Clearly, the scenario is set for a crucial test — for how long will the legislature, with or without the tacit support of the nation’s judiciary, continue to blindly uphold a grossly inadequate definition of rape as limited to mere penile-vaginal penetration? For how long will the country’s legislature be squeamish to legitimately respond to the explicit realities of the experiences of victims of sexual assault? The judiciary has abdicated on the urgency of the issue and seems content to let the Legislature take the lead. The politicians and the legislators unfortunately seem to be caught up in other ostensibly weightier matters of national importance. It is vital that this definitional (non)conundrum be convincingly and appropriately answered before we can even begin to consider ourselves as a truly civilised and mature country upholding the rule of law for all people. With this as the status quo, we simply have to keep talking loudly about rape laws in India until the Powers-That-Be react and sensibly respond.

The writer gratefully acknowledges comments and suggestions on the topic from Dr. V.S. Elizabeth, National Law School of India University, Bangalore.

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Misogynistic media

A newspaper report on the recent Gurgaon rape case concludes with the correspondent informing the readers that the victim was hired to “engage with male customers”. How is this piece of information relevant to the public at large? What does it really tell us about the crime? What it does, vaguely though, is describe the victim’s job. Is that relevant to the crime? Not really.

The reporting on the rape cases of the last few weeks has once again highlighted the Indian media’s failure to take into account some critical precautions while covering cases of sexual assault against women. Most crime reporters use the police as sources of information. The police often share a comfortable rapport with journalists who periodically seek them out for news. In private conversations, they possibly divulge more information than necessary. In an interview that I conducted last year with a few senior crime reporters, one senior law correspondent of an English daily admitted, that a good journalist always has more information than a copy needs. It is up to journalists to exercise their discretion, and leave out details that won’t necessarily benefit the story, the reporter added. Sure, the police should not be sharing intimate details of victims. Nevertheless, the media is obligated while reporting cases of sexual assault, to shield the identity of rape victims.

Section 228A of the Indian Penal Code, 1860 prohibits the disclosure, not only of the victim’s name, but also of facts that could lead to the identification of the victim, such as the place of residence, identifying or naming the victim’s family or friends, university, or work details.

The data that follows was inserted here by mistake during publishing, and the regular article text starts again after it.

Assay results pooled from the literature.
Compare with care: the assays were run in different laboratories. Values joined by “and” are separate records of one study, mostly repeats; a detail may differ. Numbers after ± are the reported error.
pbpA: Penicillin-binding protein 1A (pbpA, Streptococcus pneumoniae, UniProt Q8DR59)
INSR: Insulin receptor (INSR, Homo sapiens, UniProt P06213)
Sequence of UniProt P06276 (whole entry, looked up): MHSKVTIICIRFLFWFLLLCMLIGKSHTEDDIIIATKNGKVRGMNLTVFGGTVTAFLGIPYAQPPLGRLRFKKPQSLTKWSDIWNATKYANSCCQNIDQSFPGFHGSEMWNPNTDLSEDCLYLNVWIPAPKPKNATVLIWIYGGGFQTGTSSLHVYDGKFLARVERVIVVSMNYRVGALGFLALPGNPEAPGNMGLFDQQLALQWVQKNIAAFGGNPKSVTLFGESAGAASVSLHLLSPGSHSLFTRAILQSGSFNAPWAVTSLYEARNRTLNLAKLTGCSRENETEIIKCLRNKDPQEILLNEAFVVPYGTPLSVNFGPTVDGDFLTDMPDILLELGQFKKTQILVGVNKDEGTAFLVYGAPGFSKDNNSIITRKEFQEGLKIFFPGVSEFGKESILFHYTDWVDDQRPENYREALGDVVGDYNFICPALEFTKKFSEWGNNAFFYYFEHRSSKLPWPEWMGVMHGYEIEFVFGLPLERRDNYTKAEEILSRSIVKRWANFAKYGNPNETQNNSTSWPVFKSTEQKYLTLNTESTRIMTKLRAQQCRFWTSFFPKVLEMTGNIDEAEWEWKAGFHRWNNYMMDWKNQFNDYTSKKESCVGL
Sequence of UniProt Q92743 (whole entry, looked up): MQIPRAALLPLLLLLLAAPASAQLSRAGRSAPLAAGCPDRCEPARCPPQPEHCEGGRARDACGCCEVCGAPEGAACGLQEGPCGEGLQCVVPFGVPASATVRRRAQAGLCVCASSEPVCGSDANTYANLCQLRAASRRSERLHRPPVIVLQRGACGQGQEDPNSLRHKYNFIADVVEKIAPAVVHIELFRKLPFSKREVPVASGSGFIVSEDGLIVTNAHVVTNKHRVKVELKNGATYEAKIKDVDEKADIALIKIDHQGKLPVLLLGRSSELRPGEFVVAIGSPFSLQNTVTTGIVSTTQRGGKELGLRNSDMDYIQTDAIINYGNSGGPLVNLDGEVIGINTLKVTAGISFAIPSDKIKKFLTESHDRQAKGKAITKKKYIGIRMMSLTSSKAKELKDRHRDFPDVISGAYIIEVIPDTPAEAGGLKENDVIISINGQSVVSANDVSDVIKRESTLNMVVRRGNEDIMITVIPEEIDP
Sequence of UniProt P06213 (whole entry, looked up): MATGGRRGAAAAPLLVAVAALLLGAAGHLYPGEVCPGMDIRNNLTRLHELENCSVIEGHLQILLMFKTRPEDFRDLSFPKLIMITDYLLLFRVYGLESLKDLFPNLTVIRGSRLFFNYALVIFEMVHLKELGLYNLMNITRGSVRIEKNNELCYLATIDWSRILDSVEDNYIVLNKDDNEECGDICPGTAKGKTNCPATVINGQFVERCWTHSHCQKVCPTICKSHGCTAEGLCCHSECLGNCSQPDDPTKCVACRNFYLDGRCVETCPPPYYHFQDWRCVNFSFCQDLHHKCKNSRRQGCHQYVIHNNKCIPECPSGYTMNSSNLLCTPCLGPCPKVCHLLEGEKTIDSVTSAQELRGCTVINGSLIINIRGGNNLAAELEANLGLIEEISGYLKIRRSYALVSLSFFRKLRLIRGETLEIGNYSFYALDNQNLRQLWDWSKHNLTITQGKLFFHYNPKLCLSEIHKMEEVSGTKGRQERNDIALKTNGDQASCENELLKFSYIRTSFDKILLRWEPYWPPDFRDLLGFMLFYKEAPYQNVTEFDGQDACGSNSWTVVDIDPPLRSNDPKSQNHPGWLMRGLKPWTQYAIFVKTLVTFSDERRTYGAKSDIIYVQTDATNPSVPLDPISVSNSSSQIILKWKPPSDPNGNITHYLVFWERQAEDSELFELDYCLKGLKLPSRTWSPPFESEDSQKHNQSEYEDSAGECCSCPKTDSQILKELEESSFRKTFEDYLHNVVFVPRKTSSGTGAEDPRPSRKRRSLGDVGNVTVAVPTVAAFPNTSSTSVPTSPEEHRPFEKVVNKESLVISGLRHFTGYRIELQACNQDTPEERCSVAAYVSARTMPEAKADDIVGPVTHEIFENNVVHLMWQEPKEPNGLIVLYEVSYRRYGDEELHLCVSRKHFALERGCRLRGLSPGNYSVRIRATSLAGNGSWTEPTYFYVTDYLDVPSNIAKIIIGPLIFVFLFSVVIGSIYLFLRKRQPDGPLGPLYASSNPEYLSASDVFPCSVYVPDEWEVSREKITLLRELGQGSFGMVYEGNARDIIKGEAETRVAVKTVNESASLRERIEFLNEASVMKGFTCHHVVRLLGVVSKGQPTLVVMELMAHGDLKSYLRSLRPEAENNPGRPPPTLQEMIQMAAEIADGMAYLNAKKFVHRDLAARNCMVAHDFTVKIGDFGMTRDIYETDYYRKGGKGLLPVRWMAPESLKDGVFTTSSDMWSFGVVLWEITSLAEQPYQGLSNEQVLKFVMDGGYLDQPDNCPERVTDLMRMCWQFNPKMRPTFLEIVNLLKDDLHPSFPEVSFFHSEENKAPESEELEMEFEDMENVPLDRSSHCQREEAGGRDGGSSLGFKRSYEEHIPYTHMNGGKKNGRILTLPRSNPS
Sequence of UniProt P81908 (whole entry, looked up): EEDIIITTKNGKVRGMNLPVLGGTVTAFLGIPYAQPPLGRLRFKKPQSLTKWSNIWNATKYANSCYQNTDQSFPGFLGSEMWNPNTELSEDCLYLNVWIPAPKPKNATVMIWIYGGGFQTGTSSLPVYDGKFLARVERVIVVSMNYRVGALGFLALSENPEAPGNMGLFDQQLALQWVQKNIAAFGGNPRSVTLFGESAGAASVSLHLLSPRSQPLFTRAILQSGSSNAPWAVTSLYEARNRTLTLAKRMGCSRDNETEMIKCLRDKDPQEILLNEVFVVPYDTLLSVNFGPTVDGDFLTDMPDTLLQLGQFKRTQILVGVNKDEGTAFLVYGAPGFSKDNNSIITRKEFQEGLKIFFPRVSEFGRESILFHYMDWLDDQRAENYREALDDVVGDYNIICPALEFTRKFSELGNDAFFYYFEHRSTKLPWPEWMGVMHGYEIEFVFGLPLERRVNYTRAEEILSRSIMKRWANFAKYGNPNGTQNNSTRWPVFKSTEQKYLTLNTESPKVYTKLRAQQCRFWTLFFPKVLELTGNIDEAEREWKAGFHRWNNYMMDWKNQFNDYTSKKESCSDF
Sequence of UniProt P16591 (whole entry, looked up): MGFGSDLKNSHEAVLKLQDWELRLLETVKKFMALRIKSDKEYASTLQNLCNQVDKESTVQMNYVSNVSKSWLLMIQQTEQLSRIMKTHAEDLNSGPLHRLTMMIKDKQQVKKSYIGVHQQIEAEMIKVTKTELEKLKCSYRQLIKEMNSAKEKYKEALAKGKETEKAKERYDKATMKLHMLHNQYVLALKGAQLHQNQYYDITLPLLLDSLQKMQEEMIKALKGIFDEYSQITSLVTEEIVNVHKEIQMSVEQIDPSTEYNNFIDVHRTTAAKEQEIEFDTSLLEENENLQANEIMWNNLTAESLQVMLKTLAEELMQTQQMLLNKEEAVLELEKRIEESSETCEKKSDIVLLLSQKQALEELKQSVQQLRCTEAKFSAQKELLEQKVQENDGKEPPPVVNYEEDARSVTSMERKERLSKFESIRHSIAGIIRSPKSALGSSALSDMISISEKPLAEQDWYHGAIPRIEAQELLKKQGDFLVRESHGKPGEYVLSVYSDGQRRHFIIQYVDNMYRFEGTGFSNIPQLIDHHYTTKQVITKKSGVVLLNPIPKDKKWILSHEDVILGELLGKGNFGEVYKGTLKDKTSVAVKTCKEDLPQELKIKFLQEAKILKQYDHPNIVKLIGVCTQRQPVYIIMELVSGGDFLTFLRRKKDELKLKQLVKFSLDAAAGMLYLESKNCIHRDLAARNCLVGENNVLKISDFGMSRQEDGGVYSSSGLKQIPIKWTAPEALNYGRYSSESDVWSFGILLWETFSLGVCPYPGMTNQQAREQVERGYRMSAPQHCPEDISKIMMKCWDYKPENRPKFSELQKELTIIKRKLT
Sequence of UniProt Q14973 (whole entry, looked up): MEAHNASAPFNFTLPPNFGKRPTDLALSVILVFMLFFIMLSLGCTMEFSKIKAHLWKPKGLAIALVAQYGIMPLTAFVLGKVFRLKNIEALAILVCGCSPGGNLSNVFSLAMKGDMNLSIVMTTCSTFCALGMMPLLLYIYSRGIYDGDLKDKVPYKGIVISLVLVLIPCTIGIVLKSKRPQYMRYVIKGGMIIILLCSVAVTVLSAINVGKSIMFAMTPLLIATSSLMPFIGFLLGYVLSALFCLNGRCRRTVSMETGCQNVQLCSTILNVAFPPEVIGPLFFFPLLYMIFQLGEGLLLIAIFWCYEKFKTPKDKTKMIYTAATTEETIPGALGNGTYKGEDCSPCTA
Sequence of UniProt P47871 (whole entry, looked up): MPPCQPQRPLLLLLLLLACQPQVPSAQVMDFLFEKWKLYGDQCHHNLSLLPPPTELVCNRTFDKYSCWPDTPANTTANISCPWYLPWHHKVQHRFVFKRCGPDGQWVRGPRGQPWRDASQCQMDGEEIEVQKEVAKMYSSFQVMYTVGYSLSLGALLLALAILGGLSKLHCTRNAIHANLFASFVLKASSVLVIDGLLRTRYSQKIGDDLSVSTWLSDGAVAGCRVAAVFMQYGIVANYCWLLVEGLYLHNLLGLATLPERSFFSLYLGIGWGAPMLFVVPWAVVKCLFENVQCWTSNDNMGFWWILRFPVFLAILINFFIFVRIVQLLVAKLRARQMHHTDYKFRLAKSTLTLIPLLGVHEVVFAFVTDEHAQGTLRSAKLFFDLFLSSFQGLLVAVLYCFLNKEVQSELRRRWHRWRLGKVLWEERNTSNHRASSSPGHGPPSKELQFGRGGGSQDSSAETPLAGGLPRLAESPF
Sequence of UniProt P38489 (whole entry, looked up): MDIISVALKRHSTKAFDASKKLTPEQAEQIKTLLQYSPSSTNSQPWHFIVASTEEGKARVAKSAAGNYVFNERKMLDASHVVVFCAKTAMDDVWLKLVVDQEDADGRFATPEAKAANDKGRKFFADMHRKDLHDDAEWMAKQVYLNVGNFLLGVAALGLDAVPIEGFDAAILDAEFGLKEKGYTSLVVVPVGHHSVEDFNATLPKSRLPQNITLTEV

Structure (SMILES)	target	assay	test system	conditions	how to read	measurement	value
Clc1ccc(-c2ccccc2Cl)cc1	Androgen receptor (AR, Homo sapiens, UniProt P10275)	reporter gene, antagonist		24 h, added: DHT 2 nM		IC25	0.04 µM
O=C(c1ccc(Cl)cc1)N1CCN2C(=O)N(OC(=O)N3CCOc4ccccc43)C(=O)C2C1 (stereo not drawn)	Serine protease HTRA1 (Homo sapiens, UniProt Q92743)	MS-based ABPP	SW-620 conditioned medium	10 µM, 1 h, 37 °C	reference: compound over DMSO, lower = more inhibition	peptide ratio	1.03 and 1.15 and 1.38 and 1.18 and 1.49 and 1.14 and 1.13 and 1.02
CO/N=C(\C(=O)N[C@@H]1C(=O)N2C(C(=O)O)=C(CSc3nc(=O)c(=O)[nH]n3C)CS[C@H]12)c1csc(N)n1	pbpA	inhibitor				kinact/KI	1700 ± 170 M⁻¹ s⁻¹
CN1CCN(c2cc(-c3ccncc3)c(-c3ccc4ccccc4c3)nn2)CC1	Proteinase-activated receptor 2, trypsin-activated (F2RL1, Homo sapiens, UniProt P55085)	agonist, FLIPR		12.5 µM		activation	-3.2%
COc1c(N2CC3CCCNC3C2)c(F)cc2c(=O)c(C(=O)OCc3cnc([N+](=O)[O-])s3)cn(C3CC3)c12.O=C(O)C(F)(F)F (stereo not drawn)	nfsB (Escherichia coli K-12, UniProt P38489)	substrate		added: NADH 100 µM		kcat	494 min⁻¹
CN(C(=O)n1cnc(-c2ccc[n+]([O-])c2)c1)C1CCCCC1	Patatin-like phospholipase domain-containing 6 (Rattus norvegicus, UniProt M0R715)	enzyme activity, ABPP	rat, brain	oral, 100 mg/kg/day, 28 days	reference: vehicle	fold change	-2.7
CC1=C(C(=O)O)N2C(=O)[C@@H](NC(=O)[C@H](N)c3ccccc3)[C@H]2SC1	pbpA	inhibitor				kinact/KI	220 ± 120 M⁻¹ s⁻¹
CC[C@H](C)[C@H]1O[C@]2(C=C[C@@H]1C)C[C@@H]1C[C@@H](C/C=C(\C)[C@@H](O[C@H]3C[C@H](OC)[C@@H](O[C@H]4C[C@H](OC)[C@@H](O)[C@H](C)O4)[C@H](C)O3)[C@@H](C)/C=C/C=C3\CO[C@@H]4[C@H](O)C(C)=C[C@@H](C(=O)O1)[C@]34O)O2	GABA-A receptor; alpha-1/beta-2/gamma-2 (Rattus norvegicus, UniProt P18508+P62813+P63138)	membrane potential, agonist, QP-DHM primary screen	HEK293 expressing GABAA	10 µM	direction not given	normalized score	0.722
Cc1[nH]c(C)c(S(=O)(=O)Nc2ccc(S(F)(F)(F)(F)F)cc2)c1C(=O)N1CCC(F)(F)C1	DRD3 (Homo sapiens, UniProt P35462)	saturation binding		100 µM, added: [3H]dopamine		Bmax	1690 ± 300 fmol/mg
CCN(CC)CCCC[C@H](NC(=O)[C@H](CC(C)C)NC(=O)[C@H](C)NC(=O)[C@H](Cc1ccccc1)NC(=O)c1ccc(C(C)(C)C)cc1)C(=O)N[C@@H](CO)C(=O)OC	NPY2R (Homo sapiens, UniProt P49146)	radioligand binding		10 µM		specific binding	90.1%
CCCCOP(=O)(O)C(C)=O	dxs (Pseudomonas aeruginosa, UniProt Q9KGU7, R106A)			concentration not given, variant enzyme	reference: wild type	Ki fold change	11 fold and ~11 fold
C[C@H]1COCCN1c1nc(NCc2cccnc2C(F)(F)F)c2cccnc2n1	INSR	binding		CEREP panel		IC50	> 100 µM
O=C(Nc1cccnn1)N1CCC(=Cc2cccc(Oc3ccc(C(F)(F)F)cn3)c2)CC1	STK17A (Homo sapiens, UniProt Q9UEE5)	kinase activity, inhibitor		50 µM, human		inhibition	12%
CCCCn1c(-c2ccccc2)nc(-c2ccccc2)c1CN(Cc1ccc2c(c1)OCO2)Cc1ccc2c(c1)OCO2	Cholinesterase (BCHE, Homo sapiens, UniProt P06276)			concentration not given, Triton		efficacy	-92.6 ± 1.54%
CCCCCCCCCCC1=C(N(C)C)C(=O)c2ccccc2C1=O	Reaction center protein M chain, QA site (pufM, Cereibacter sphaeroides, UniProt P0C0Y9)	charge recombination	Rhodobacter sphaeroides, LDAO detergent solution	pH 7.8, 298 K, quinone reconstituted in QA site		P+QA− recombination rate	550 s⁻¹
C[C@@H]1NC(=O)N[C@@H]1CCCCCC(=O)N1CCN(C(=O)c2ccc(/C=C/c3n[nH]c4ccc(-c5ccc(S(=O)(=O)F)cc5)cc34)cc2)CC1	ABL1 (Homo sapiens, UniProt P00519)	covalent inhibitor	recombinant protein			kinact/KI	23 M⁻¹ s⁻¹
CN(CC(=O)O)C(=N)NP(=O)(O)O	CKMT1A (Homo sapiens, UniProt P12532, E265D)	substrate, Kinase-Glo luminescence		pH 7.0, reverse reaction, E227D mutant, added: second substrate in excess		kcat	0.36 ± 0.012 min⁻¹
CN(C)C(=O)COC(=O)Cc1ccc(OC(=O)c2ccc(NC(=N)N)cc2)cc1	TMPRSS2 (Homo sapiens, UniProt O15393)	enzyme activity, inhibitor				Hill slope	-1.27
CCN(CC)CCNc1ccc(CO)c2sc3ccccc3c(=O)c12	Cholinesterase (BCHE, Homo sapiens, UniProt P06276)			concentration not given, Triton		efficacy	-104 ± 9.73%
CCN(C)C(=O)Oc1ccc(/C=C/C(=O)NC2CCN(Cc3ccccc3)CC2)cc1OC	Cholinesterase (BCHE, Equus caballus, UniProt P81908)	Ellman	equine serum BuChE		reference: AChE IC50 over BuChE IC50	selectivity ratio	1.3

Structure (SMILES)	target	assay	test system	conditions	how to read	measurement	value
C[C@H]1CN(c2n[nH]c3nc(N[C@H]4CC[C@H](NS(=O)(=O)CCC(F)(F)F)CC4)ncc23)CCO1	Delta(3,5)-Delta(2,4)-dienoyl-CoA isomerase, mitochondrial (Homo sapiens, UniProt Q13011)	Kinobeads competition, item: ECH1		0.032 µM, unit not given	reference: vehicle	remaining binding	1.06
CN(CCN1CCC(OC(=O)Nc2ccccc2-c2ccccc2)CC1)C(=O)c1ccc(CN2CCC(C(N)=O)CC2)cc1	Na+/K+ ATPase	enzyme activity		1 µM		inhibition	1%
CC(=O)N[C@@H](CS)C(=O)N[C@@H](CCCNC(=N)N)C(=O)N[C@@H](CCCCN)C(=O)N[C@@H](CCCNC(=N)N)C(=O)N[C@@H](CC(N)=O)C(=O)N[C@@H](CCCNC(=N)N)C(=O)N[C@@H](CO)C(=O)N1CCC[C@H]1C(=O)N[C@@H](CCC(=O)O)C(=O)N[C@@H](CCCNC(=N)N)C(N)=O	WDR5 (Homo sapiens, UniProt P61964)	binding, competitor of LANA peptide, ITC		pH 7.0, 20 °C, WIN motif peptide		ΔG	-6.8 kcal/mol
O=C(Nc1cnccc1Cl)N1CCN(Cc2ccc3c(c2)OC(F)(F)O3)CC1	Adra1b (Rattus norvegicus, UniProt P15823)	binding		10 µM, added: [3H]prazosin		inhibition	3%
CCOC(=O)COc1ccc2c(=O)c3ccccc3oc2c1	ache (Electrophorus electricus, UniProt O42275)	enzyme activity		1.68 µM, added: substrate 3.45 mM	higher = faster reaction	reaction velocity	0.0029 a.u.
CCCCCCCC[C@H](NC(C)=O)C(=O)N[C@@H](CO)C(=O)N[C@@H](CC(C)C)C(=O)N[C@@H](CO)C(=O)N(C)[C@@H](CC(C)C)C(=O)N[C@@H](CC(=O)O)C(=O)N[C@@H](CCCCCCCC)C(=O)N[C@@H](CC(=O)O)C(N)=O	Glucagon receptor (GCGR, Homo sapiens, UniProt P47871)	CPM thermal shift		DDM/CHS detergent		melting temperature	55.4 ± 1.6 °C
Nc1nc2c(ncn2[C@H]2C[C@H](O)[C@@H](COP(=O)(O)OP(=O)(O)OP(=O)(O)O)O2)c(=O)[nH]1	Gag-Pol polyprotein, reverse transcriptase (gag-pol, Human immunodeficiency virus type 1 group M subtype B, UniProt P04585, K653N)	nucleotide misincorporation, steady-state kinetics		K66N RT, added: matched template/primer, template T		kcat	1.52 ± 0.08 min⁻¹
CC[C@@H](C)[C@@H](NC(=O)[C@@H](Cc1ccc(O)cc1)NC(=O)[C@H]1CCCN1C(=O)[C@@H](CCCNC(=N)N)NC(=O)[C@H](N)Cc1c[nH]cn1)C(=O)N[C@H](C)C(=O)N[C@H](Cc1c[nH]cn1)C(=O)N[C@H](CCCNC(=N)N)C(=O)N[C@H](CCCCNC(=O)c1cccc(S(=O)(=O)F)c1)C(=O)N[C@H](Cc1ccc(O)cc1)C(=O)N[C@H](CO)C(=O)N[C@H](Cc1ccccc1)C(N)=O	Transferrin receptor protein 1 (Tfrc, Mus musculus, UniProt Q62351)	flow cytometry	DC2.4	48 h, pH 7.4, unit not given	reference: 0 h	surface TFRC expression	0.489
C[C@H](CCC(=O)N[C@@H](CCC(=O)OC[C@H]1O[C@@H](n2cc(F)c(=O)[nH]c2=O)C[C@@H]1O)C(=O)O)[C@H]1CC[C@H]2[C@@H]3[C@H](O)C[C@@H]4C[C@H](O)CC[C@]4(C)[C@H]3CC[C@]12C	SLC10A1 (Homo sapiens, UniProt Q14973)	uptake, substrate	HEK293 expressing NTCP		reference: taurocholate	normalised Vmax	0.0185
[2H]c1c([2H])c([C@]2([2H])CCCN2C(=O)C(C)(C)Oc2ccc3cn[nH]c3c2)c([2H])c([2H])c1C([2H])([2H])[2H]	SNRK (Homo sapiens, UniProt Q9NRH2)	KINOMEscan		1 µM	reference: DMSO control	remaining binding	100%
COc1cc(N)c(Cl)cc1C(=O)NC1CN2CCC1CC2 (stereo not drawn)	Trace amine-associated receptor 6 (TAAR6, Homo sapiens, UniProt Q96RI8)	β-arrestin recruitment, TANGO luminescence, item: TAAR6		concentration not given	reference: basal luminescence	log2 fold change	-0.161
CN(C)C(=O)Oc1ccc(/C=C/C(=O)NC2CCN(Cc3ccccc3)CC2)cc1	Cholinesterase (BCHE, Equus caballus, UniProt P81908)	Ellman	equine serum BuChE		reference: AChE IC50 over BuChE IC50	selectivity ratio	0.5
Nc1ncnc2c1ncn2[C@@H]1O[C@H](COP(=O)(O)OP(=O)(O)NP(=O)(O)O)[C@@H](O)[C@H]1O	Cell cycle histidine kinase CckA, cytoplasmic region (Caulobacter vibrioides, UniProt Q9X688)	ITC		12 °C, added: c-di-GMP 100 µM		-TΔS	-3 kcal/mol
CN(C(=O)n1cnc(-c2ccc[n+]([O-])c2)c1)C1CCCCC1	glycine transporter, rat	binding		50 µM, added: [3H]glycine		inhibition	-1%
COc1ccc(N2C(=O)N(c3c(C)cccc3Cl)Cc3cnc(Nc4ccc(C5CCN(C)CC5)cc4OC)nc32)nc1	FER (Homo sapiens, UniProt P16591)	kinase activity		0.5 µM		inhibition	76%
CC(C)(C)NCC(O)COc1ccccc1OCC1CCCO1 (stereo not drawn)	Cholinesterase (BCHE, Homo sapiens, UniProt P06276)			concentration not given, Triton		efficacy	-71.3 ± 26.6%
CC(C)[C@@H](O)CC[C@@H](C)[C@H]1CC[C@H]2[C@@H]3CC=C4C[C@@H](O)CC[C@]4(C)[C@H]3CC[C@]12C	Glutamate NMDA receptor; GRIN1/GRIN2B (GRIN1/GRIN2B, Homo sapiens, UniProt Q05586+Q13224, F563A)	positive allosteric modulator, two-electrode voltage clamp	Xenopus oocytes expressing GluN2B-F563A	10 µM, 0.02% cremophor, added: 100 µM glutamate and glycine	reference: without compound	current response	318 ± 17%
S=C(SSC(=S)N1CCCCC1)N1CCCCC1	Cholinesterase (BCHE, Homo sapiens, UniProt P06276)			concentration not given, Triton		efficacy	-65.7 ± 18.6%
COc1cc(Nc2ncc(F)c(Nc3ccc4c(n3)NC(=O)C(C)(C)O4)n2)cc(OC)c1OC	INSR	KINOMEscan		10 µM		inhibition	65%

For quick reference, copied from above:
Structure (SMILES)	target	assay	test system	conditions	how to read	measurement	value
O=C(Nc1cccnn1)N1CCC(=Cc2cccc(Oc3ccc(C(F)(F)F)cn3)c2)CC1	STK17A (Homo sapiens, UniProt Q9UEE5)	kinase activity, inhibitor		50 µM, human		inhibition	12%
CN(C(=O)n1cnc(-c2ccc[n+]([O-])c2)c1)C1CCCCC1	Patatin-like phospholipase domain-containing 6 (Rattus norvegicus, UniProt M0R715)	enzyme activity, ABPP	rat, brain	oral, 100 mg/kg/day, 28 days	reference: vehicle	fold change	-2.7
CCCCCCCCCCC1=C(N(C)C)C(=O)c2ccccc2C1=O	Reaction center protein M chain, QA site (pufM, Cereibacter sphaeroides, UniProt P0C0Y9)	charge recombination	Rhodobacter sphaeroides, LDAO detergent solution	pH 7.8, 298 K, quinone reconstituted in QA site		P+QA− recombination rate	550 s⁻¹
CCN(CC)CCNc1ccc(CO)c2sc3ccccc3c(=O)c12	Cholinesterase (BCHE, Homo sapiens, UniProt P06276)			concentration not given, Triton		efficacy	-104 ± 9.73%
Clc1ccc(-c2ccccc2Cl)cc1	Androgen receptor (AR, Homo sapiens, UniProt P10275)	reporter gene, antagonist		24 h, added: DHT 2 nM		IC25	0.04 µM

The Press Council of India’s Norms of Journalistic Conduct (“the PCI norms”) warn journalists not to give excessive publicity to victims, witnesses, suspects, and accused. The paramount concern in addition to the protection of victims is that, in publishing intimate details of their lives, the media exposes them to unwarranted public scrutiny. This safeguard protects the accused as well. Much of that information fails to add any value, unless it serves a genuine overriding public interest. Such information often obliquely encourages questions about the victim’s character and panders to unhealthy public curiosity. In the T.I.S.S. rape case for instance, the media published details from the victim’s written statement to the police. That information did not serve any public interest.

So, how do the personal details of a victim’s marital status, like in the Gurgaon or Calcutta rape cases, add value to the story? How is it relevant to the crime? The Supreme Court in State of Karnataka v. Puttaraja, warned against the disclosure of the rape victim’s identity even in the printing or publication of judgments issued by the High Courts or the Supreme Court. The Court observed that, “social victimization or ostracism of the victim of a sexual offence for which Section 228-A has been enacted, it would be appropriate that in the judgments, be it of this Court, High Court or lower Court, the name of the victim should not be indicated.” Further, the PCI norms prohibit the visual representation or photograph of not just the victim, but also her family or relatives to avoid identification.

Beyond the question of naming victims, the recent media rape narratives also follow a familiar trajectory. The key terms, “married woman”, “unaccompanied in a pub”, and “late at night” come together to the conclusion, “raped”. What does the media narrative of married women alone in pubs at night insinuate? It suggests that the woman was reckless or foolish to be out on her own that late. There is a chauvinist undercurrent in that detail. It invites the response – what was a married woman doing in a bar alone at night? Why was she there?

It offers little insight into the reasons for the crime. Such rape coverage in the media promotes curiosity and interest in the victim’s life. It does not add to our understanding of rape or why it takes place. Instead, it feeds the propagation of the dominant misogynist view, that women like these deserved to be raped.


(Sonal Makhija is part of the Research and Consulting team at Rainmaker.)